None of that even begins to highlight the growing issues associated with mining Bitcoins.

Now, that could change. It’s not a certainty, but it is a possibility. Like any new tech, the issue isn’t always about whether or not it works. Bitcoin clearly works and it’s been working for nearly a decade. It’s whether or not there’s a “killer app” to entice ordinary people to go through the effort of learning about, acquiring, and using Bitcoin.

The problem is that, thanks to incidents like the Silk Road, the primary use of Bitcoin and cryptocurrencies like it have been for the purchase of drugs or other illicit services. Regardless of how you feel about the politics surrounding illegal drugs and services, that’s the reputation Bitcoin has. It’s just a way for criminals and their cohorts to operate.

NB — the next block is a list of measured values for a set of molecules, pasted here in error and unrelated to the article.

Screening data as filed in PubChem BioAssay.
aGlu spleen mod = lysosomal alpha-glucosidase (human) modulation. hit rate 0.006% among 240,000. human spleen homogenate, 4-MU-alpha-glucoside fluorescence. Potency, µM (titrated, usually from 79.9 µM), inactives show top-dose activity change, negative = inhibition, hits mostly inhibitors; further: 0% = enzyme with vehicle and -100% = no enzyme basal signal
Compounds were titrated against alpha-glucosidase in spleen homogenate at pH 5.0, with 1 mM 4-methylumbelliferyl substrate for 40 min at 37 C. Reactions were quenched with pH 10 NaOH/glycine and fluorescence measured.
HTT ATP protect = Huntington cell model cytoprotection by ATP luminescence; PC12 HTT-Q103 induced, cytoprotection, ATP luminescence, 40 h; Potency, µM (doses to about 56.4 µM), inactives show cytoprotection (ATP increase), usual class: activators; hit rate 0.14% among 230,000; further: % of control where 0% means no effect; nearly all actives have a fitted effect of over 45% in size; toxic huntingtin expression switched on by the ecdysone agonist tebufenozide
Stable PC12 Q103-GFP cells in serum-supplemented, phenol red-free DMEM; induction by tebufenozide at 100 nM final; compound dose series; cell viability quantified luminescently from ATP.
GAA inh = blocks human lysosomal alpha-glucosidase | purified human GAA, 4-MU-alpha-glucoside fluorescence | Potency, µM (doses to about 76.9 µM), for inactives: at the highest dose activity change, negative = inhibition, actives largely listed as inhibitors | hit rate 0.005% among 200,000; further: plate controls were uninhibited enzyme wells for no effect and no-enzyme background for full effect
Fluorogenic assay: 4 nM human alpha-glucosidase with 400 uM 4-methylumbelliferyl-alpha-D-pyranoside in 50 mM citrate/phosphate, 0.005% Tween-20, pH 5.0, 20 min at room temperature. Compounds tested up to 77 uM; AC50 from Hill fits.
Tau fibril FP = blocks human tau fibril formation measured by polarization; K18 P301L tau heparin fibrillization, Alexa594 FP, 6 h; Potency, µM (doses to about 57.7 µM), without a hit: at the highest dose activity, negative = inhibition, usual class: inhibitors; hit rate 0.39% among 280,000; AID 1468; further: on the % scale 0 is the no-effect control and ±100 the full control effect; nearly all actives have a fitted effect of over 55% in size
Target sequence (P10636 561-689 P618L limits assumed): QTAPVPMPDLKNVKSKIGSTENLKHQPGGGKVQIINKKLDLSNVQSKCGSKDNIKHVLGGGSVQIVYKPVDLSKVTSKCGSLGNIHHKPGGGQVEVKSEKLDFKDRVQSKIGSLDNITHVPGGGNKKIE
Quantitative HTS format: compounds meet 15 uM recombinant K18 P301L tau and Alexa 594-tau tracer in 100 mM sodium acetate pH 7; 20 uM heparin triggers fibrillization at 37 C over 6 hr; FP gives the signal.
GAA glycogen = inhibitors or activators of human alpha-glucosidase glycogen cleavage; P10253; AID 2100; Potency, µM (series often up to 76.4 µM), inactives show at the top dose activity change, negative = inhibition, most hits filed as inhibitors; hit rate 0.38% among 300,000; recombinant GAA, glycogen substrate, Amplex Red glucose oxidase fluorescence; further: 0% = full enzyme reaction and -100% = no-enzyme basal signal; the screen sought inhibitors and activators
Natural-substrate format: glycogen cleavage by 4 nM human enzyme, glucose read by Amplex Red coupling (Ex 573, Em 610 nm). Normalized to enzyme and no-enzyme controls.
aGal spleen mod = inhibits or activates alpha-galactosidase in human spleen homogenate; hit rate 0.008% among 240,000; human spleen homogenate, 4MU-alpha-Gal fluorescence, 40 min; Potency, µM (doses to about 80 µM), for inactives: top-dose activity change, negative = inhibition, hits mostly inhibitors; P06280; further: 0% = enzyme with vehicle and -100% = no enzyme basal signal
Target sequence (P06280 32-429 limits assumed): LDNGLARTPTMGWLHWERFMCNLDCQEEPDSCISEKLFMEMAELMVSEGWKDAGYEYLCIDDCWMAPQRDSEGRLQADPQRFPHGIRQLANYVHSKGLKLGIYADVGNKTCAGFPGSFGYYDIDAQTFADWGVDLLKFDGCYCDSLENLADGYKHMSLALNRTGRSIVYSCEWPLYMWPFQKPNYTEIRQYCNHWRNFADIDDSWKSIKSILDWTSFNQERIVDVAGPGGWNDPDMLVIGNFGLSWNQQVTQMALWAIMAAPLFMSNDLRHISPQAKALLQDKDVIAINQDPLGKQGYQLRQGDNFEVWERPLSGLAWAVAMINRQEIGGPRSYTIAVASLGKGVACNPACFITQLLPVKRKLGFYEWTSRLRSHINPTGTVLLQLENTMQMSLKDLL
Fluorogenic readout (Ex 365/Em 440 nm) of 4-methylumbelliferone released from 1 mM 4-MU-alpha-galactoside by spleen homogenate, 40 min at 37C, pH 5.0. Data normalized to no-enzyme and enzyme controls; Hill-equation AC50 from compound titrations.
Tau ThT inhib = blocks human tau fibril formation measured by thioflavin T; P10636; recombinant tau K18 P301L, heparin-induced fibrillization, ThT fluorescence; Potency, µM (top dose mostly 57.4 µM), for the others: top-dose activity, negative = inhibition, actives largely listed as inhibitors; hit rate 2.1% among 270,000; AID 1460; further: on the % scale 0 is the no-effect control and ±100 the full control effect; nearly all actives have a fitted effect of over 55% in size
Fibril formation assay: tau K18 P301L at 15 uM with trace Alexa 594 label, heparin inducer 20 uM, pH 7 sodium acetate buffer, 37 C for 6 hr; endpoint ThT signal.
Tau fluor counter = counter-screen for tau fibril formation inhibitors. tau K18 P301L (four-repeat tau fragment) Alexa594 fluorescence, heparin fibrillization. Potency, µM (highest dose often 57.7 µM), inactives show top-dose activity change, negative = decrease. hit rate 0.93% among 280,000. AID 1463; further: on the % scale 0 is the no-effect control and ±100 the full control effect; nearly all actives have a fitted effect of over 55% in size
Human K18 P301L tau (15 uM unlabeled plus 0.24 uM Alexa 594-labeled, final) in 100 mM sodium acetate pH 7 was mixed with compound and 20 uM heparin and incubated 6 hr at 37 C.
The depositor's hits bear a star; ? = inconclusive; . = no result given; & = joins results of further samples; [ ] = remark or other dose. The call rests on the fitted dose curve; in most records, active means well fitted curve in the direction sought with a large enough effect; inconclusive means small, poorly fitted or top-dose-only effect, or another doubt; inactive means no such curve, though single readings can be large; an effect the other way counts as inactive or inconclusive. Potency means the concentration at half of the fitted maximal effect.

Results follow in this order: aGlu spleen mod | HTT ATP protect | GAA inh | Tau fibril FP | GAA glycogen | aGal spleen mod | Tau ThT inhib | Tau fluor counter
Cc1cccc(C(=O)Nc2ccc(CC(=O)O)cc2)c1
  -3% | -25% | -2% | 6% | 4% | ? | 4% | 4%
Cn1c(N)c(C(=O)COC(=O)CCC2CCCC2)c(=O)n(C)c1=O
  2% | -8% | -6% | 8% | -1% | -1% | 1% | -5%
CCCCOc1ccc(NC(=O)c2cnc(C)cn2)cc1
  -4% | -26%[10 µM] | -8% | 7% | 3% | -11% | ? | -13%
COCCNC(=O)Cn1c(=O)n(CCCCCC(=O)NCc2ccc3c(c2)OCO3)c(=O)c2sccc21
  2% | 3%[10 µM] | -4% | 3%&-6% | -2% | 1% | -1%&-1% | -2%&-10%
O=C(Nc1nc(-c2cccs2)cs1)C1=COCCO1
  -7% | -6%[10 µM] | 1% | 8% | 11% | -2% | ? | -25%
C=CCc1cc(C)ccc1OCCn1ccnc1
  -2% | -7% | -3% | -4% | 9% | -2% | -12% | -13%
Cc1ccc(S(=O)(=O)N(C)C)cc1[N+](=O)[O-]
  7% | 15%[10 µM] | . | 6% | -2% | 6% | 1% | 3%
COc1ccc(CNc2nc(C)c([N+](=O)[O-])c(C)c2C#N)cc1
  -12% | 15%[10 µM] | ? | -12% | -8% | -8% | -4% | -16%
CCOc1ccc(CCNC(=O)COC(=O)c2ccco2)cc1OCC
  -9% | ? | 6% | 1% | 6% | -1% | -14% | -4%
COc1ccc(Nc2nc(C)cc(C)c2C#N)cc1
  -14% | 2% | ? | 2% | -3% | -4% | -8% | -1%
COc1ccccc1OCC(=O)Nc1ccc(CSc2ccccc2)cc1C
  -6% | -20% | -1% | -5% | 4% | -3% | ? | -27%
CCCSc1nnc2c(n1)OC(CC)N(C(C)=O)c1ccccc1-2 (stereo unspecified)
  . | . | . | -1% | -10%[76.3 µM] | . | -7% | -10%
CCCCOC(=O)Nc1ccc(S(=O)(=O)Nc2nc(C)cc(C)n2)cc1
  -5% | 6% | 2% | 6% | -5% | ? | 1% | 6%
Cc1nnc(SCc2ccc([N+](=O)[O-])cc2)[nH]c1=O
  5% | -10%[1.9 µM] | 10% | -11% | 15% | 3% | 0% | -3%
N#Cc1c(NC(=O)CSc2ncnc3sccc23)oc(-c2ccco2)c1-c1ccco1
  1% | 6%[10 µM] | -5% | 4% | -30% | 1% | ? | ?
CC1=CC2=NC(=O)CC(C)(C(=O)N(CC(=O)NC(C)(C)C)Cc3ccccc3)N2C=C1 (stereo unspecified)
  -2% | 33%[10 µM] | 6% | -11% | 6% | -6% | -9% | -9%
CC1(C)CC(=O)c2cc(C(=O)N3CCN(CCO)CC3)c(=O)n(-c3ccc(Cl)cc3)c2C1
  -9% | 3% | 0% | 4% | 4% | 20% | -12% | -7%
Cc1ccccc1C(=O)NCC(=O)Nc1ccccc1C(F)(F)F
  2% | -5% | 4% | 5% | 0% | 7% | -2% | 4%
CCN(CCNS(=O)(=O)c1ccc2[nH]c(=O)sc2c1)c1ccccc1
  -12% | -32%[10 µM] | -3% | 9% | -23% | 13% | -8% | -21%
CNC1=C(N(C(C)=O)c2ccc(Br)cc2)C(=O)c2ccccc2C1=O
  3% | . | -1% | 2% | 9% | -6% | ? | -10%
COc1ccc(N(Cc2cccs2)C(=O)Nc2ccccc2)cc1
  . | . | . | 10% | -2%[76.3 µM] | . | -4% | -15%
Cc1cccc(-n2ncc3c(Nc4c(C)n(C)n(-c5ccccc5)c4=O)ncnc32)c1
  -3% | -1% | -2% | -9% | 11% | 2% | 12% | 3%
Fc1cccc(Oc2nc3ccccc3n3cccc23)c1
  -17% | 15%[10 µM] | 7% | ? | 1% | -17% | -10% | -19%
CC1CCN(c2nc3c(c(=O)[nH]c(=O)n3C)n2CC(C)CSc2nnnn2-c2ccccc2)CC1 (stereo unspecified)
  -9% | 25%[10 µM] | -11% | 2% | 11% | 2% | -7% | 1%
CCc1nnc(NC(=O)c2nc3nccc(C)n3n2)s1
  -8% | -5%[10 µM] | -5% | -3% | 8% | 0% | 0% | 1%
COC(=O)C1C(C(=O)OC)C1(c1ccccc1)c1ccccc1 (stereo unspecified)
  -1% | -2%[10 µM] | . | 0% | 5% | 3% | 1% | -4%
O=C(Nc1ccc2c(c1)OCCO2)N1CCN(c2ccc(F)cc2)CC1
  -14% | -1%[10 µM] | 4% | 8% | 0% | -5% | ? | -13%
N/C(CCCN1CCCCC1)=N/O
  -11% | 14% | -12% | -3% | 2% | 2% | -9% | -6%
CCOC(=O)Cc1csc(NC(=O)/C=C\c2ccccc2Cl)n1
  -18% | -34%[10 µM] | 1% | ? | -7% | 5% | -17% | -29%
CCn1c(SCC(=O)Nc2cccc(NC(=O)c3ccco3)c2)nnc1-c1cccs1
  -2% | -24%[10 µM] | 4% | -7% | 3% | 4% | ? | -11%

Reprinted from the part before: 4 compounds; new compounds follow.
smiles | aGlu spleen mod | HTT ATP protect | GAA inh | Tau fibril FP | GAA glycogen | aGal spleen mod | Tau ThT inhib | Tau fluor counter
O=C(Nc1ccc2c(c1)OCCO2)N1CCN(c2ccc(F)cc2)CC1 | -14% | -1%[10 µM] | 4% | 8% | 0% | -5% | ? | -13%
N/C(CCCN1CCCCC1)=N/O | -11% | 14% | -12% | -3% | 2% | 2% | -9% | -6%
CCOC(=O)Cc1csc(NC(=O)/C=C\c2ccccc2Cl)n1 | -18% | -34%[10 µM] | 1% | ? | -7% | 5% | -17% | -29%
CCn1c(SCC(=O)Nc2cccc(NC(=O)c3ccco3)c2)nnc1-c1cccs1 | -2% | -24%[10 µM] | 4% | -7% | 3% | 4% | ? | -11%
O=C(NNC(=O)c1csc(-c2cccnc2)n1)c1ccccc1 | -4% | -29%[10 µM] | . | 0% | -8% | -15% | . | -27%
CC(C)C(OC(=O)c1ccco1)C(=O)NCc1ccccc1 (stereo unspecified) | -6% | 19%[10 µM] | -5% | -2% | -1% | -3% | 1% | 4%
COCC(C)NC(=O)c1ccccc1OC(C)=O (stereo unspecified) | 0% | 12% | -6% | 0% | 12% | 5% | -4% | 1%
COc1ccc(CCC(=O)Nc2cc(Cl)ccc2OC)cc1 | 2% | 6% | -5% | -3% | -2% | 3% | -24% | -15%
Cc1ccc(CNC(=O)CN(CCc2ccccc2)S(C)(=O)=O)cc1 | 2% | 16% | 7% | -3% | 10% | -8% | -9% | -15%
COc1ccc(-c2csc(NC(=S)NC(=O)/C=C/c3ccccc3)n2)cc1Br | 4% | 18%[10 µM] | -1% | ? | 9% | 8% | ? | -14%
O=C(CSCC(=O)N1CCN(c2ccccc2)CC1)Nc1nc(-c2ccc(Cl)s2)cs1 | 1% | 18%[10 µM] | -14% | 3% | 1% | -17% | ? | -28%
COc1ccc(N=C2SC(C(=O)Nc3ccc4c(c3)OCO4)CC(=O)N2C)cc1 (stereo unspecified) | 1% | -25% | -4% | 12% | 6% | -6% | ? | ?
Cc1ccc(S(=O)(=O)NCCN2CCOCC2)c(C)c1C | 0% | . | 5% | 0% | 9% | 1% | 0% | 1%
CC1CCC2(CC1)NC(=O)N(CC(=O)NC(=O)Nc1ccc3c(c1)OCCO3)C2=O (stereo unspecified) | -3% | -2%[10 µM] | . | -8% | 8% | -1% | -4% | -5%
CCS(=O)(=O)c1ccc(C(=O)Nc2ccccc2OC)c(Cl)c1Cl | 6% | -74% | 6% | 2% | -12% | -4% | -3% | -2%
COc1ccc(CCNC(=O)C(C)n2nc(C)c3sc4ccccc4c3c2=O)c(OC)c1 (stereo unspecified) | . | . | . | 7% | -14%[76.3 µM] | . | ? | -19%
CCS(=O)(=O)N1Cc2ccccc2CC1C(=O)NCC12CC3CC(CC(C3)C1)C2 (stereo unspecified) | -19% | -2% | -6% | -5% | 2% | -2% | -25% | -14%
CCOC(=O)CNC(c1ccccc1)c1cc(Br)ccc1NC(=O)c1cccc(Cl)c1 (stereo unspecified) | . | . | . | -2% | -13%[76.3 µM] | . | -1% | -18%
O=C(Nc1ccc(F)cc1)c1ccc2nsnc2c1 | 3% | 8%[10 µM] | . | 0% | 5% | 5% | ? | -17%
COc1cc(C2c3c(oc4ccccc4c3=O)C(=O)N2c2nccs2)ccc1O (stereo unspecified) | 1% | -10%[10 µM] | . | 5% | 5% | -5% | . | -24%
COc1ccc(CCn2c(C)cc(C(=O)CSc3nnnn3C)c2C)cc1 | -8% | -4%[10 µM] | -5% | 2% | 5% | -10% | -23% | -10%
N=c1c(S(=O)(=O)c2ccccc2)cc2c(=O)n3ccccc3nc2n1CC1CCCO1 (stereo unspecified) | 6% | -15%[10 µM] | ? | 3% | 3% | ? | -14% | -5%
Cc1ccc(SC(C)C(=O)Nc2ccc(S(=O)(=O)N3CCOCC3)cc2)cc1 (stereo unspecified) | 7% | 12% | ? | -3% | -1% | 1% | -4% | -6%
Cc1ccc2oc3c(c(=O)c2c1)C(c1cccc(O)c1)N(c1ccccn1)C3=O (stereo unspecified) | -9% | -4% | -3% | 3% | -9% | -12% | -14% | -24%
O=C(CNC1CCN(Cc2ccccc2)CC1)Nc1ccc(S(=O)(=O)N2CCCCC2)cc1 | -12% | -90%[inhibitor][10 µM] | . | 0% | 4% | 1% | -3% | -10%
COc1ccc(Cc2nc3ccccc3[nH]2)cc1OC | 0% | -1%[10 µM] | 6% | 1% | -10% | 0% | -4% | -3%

That’s not a killer app. It’s also not sustainable.

In order for Bitcoin to play a bigger part in our future, it needs to have a good, meaningful use. It took cell phones decades to find that. Just being able to make phone calls, remember phone numbers, and occasionally host a game of solitaire wasn’t enough. Other apps like music, video chatting, and cameras had to get into the mix before the public and the market embraced them.

That’s what Bitcoin needs. I don’t claim to know what that entails. I think Bitcoin has to get to a point where using it is as simple as using a credit card or debit card. It also needs a particular use or product that will justify the physical and financial investment. That use also can’t be illegal. It’s no secret that the internet owes much of its early growth to the porn industry, but porn isn’t illegal.